That’s Lynn in the photo with the magical houseboat that was tied up at Seafarer’s Marina on Trout River by the Main Street Bridge, until Irma’s fury left nothing behind but its splintered deck. What makes this more than another sad tale of someone’s leisure “toy” getting smashed by Mother Nature’s fury is that Shantyboat was a place where writers gathered to learn, write, share, and improve their work. The workshops held there were Lynn’s livelihood and her passion.

I know we’re all shell-shocked and weary of hearing about natural disaster-induced troubles and pleas for financial help for the victims. But yes, I’m going to ask you to consider helping Lynn and Jim Harlin rebuild or replace Shantyboat so that future writers can experience the kind of help that turns first drafts into polished work for our reading pleasure.

Watch the First Coast News video about Shantyboat, and read their report below. Then help if you can, by donating at this GoFundMe page.

Thank you!

Darlyn Finch Kuhn

Here is the text from First Coast News:

JACKSONVILLE, Fla. —  An old shantyboat sat at the end of the dock at Seafarers Marina on Trout River Drive for 16 years. It had weathered strong waves, winds and dismayed looks from visitors over the years. Described as down right ugly by its owners, Shantyboat was admired by the hundreds of writers who dared to hop aboard and learn from a teacher with a sharp tongue and quick wit.

“I smoke cigarettes, I swear, I’m obnoxious,” said Lynn Skapyak Harlin. “There I could be whoever I am. And if they didn’t like it they could leave.”

Shantyboat was a place to teach lessons learned in her lifetime, more than seven decades. It’s where she held classes for aspiring writers. Harlin and her husband Jim, purchased the boat in Georgia in 1995. But with Hurricane Irma came pounding waves that ripped apart docks and sunk boats that were in some cases people homes, for Harlin it was her dream.

“That’s all that’s left,” said Jim Harlin. He shook his head while pointing to pieces of wood barely intact. “That’s the front deck. So we were afraid that it had sunk right there but several people saw it going away.”

There’s a large makeshift sign on display at the beginning of the broken down dock that reads: “Boat owners only. No visitors, no guests, no sightseers.” The sights that remain following Irma are not appealing. There’s caution tape tied from one loose post to another and beyond the warnings are battered boats, some ripped in half.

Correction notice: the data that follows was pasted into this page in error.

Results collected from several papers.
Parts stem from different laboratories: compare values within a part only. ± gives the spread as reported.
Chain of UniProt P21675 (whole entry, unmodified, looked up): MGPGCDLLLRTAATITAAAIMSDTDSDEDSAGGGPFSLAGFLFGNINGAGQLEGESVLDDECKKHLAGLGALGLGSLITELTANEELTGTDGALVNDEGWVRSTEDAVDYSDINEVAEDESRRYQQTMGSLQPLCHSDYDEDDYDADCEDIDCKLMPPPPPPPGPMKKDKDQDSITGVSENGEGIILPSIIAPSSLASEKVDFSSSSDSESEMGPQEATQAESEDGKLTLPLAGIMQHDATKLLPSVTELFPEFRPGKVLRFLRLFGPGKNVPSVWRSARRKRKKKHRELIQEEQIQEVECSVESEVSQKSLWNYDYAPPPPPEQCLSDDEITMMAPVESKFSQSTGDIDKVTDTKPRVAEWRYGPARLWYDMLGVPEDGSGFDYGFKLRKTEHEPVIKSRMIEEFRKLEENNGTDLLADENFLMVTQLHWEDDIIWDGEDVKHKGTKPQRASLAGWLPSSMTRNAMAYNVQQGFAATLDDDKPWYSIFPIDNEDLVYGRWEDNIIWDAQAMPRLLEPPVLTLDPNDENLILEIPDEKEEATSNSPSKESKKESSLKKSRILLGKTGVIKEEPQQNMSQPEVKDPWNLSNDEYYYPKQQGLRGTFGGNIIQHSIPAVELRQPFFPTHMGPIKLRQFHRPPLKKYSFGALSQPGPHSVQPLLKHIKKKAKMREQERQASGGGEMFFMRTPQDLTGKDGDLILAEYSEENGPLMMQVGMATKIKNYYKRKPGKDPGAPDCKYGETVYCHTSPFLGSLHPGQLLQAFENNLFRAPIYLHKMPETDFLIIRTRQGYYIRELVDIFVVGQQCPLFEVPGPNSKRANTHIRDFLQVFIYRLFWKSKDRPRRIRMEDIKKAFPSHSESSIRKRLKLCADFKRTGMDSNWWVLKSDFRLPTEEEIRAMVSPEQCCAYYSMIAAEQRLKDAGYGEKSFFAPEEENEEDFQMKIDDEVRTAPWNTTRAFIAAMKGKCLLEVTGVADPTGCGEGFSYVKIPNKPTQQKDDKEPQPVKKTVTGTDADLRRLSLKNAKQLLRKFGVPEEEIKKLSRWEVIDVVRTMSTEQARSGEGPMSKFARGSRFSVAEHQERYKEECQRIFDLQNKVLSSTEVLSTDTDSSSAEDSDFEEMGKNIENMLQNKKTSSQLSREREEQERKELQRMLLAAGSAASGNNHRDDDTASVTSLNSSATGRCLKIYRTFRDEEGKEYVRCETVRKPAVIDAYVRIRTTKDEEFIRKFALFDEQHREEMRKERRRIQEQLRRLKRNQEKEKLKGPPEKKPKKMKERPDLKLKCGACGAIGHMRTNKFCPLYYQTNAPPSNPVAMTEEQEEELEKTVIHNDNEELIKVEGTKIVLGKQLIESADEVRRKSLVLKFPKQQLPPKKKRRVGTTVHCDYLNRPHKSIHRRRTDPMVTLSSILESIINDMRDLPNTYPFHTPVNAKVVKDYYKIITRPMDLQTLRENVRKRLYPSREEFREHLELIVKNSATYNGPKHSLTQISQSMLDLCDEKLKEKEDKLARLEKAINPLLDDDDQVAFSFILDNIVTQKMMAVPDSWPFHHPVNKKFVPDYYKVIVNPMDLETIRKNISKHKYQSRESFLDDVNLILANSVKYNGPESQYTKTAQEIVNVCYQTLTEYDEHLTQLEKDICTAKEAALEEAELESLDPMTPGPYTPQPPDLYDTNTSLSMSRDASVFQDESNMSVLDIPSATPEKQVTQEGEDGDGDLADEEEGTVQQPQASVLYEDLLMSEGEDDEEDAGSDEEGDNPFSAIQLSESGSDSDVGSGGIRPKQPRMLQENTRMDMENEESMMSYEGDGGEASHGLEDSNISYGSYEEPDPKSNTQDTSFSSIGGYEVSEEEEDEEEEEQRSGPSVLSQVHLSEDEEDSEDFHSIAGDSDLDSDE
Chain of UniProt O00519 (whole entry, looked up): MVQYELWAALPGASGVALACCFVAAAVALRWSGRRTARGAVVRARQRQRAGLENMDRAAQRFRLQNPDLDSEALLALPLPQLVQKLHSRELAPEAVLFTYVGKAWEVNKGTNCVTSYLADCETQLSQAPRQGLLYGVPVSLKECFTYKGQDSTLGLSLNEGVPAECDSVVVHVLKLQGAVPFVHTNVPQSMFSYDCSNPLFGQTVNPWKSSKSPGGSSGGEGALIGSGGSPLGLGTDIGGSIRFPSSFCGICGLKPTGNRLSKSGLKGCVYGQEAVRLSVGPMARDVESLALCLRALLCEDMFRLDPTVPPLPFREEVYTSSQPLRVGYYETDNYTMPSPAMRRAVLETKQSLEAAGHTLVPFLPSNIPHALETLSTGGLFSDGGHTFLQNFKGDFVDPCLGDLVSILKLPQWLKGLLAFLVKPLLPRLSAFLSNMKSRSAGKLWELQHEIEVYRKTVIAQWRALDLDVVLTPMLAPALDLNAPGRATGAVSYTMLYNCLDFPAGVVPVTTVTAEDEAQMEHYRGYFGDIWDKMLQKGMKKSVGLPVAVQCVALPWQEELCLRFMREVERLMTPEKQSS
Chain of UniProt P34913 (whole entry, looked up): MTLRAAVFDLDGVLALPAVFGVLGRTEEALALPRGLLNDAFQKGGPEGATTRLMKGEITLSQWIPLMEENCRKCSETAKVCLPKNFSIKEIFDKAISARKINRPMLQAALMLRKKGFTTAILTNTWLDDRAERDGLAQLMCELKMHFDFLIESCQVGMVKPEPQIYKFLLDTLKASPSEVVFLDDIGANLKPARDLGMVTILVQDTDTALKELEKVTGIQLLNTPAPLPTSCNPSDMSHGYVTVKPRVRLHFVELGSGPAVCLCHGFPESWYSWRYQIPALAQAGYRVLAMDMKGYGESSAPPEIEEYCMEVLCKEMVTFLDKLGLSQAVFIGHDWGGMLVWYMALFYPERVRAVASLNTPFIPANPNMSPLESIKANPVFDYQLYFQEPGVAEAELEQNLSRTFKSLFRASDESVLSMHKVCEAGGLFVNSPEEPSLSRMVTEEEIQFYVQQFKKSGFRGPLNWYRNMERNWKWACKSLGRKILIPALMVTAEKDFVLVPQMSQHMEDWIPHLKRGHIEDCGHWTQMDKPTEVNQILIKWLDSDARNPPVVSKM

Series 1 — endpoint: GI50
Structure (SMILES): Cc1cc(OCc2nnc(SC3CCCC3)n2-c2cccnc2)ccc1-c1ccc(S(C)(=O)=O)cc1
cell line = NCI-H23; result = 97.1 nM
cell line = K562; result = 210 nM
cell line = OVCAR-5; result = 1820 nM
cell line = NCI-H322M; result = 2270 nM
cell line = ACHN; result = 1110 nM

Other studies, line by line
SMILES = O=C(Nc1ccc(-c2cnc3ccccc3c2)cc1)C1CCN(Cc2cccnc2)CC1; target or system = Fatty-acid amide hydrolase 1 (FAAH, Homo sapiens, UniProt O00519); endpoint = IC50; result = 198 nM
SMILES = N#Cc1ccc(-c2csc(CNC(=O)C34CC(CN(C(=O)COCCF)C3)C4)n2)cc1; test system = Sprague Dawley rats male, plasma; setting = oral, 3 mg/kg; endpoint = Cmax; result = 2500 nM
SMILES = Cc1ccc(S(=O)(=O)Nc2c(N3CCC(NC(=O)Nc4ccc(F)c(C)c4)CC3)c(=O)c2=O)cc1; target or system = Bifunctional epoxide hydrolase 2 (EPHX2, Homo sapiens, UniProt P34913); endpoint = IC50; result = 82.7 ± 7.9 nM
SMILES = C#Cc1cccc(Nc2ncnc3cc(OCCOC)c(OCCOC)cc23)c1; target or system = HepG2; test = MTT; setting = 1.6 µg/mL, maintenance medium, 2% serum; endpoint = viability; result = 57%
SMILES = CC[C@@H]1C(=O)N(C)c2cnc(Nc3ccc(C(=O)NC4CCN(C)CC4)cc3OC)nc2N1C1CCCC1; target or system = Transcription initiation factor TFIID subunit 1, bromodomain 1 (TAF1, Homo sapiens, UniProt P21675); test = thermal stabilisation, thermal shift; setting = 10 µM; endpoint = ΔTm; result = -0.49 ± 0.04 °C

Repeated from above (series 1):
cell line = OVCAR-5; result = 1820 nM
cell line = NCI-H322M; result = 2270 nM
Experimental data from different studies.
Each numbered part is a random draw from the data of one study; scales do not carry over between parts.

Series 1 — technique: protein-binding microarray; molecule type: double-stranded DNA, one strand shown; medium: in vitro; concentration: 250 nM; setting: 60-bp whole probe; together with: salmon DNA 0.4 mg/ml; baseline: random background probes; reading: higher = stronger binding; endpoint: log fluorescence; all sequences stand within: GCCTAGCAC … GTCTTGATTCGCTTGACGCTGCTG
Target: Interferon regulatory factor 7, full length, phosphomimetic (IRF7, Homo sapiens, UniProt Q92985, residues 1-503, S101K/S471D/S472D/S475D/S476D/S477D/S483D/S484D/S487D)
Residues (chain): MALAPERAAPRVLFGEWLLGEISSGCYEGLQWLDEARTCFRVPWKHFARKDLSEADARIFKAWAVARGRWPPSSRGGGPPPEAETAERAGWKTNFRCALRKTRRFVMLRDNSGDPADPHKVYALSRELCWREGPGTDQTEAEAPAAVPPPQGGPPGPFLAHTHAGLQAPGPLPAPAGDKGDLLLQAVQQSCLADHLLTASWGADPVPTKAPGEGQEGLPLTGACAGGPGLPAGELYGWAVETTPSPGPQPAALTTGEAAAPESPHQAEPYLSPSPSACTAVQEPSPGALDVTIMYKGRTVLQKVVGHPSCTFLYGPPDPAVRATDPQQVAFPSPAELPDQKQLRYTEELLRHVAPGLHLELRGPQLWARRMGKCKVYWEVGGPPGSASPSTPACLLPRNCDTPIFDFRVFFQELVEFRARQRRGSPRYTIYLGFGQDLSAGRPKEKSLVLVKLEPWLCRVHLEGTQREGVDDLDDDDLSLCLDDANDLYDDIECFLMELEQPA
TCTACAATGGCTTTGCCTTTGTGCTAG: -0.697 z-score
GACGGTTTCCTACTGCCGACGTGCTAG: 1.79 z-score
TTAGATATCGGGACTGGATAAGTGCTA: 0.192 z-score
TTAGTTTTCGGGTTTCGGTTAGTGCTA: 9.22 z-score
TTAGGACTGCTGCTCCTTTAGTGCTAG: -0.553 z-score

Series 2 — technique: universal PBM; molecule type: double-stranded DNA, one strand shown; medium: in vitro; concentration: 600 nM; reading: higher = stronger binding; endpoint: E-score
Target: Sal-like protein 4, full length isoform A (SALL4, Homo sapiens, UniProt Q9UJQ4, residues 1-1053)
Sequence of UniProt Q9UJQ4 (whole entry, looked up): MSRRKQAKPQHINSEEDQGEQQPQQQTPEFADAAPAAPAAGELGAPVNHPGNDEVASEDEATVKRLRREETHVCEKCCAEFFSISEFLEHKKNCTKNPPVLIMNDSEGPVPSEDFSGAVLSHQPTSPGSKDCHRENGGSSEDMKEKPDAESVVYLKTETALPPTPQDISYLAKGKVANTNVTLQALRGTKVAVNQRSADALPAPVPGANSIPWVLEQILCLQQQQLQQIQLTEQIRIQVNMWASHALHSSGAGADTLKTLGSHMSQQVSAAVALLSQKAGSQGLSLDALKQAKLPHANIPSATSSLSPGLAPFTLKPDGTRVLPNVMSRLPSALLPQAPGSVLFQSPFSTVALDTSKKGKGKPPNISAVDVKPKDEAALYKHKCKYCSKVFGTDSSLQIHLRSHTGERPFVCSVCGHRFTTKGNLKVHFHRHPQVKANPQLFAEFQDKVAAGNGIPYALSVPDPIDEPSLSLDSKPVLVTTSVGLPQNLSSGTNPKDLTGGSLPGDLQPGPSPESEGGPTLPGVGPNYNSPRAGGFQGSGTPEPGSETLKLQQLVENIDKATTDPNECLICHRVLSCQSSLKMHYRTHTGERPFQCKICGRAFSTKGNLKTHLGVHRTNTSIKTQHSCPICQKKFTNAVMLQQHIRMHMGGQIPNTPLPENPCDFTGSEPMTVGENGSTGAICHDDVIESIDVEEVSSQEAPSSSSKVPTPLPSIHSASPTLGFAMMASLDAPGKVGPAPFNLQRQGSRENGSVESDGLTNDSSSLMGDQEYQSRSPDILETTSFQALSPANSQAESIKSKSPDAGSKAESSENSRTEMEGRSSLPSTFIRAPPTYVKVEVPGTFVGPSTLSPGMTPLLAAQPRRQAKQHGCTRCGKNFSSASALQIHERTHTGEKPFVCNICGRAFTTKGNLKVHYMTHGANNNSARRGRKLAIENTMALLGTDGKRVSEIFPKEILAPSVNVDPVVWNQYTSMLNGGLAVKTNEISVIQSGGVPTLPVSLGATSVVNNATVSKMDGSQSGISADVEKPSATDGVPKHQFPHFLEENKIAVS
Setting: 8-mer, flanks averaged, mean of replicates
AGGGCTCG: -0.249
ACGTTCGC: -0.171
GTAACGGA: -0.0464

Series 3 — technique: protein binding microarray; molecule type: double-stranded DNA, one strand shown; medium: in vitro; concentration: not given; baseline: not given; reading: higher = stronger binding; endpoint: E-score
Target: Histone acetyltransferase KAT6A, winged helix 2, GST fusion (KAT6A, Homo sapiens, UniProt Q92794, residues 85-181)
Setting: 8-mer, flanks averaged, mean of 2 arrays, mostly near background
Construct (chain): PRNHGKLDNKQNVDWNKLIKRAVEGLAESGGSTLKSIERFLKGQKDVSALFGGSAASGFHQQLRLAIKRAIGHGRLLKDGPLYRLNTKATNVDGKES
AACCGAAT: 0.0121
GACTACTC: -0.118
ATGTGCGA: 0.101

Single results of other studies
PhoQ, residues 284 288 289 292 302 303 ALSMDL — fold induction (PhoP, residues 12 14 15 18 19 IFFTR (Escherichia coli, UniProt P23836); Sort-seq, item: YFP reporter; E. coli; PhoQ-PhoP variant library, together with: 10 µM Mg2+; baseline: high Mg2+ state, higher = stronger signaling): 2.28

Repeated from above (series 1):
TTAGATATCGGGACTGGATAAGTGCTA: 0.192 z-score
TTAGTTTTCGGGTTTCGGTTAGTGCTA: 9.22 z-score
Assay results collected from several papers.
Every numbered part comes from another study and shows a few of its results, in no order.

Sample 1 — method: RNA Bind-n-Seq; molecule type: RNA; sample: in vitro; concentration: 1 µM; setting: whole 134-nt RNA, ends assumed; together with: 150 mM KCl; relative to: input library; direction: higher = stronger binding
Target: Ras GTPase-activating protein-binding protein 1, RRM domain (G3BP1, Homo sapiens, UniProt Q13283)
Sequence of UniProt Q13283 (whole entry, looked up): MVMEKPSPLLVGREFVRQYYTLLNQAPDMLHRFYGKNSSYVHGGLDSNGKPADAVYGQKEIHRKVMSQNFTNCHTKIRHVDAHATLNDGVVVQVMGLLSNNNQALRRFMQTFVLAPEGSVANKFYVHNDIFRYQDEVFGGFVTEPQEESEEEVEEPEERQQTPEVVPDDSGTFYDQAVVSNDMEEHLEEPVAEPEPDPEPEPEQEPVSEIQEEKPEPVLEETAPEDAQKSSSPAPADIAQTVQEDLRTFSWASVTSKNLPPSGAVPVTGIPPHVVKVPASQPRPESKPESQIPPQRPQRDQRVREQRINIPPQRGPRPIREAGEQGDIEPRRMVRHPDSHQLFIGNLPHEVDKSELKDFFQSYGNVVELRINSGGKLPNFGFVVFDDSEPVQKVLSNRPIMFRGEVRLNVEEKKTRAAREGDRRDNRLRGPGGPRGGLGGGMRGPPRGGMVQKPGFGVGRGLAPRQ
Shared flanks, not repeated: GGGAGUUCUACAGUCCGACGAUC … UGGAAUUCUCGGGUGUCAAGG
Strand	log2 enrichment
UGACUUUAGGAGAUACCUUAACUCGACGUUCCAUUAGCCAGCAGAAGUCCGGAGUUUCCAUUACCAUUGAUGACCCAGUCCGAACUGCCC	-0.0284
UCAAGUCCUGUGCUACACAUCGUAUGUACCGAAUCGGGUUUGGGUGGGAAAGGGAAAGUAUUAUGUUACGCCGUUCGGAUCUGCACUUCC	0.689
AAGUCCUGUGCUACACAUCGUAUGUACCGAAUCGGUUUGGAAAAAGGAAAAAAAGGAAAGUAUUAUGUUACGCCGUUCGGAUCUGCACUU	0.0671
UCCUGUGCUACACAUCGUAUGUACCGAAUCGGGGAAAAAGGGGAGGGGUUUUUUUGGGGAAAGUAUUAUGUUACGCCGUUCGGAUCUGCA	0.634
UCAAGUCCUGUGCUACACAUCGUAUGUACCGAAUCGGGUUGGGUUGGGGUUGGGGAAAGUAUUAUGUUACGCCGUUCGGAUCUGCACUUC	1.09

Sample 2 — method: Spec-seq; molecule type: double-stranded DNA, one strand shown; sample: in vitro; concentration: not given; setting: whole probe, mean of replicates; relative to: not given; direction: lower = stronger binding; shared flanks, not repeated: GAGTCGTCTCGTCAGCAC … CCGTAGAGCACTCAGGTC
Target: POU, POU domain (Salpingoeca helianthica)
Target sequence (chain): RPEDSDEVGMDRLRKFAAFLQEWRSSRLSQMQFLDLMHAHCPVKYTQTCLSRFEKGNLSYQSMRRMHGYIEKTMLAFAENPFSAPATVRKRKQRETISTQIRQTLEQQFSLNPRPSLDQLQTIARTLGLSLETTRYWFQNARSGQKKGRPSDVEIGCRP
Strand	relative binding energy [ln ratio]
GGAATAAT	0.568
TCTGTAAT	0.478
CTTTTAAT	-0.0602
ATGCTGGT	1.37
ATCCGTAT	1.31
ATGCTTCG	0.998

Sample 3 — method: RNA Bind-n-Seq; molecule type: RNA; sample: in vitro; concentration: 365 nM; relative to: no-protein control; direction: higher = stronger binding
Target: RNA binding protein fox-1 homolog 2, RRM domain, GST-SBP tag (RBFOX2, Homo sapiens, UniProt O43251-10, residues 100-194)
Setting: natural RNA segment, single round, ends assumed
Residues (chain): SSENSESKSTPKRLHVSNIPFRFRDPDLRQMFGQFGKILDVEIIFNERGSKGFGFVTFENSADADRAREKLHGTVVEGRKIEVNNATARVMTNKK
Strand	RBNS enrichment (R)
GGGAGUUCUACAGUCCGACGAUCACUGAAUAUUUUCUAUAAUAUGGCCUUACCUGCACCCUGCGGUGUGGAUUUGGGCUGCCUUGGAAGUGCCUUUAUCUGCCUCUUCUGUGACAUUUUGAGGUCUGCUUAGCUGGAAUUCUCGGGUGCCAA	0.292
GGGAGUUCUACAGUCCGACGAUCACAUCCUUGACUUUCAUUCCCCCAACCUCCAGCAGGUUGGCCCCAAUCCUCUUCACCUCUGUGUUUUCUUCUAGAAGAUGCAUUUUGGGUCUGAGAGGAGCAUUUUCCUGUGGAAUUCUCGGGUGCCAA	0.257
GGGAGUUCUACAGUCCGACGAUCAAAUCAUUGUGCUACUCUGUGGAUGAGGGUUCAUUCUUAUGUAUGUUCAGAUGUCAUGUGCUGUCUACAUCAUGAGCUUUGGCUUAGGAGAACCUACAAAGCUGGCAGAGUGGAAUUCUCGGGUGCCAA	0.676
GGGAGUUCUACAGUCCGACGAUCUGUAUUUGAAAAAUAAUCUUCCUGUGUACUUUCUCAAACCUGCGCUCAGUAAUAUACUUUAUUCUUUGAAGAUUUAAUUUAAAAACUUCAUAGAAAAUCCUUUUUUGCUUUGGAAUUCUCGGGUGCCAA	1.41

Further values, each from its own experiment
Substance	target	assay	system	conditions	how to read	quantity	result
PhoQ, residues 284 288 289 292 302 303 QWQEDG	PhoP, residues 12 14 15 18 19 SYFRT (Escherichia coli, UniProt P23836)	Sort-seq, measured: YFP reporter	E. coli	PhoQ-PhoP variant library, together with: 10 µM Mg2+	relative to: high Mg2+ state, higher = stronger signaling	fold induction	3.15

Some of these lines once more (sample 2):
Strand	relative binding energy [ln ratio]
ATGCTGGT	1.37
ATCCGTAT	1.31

“People have lost everything and we’re whining over this ratty little floating shack,” said Jim Harlin. “But we love it. This boat over here that sank that was a man’s home and it’s gone. A lot of them have no other place to go. They have no other home than these boats that they live on and no means to really get another home.”

Management at Seafarers Marina estimate the damage will total at least $250,000.

“That’s mother nature, that’s the whole package,” said Lynn while looking out on the Trout River’s calming waves. “Any boat owner will tell you it’s the best and worst thing that could happen to you and your boat. So you have to take those chances.”
Harlin says losing the Shantyboat was like losing a part of her body. It appears the old boat and Lynn’s stern ways have touched a lot of people. One of her writers started a gofundme page for the couple just a few days ago and it has already raised more than 3,000 dollars.

In her own words, Lynn Skapyak Harlin: “It is 2:30a.m. and I can’t sleep. Yesterday Keitha Nelson, ch12 news reporter & her cameraman Todd came to Seafarers Marina to talk about the loss of the Shantyboat. She asked me a lot of questions and as usual I was my flippant self. But now after replaying what she asked and what I said I really want to tell what the loss of the boat is to me. The Shantyboat Writers Workshop was a refuge where writers black, white, young, old, rich and not so rich all were equal. It was a melting pot of creative, imaginative and dedicated folks who came for one purpose to make their writing better. All I did was share craft techniques and show them how to pick out what worked and what didn’t work in a piece. This was exciting. I got to watch & listen to writers become better at sharing their stories. The magic of the Shantyboat was the people who dared to trek down the dock and step into a place were they were with writers who all cared about words. All the writers’ styles, stories and characters were their own and none of them sounded nor wrote alike. They all learned the tools of the trade, the craft techniques that all writers need to make readers care about their characters and turn pages to find out what happened. I loved what I did but more than that I loved where I did it. Our Shantyboat was where I was happiest being surrounded by folks who wanted to make their stories the best they could be. The boat is gone but hopefully the lessons the writers learned will live on in the stories they create.”


Shantyboat - wrecked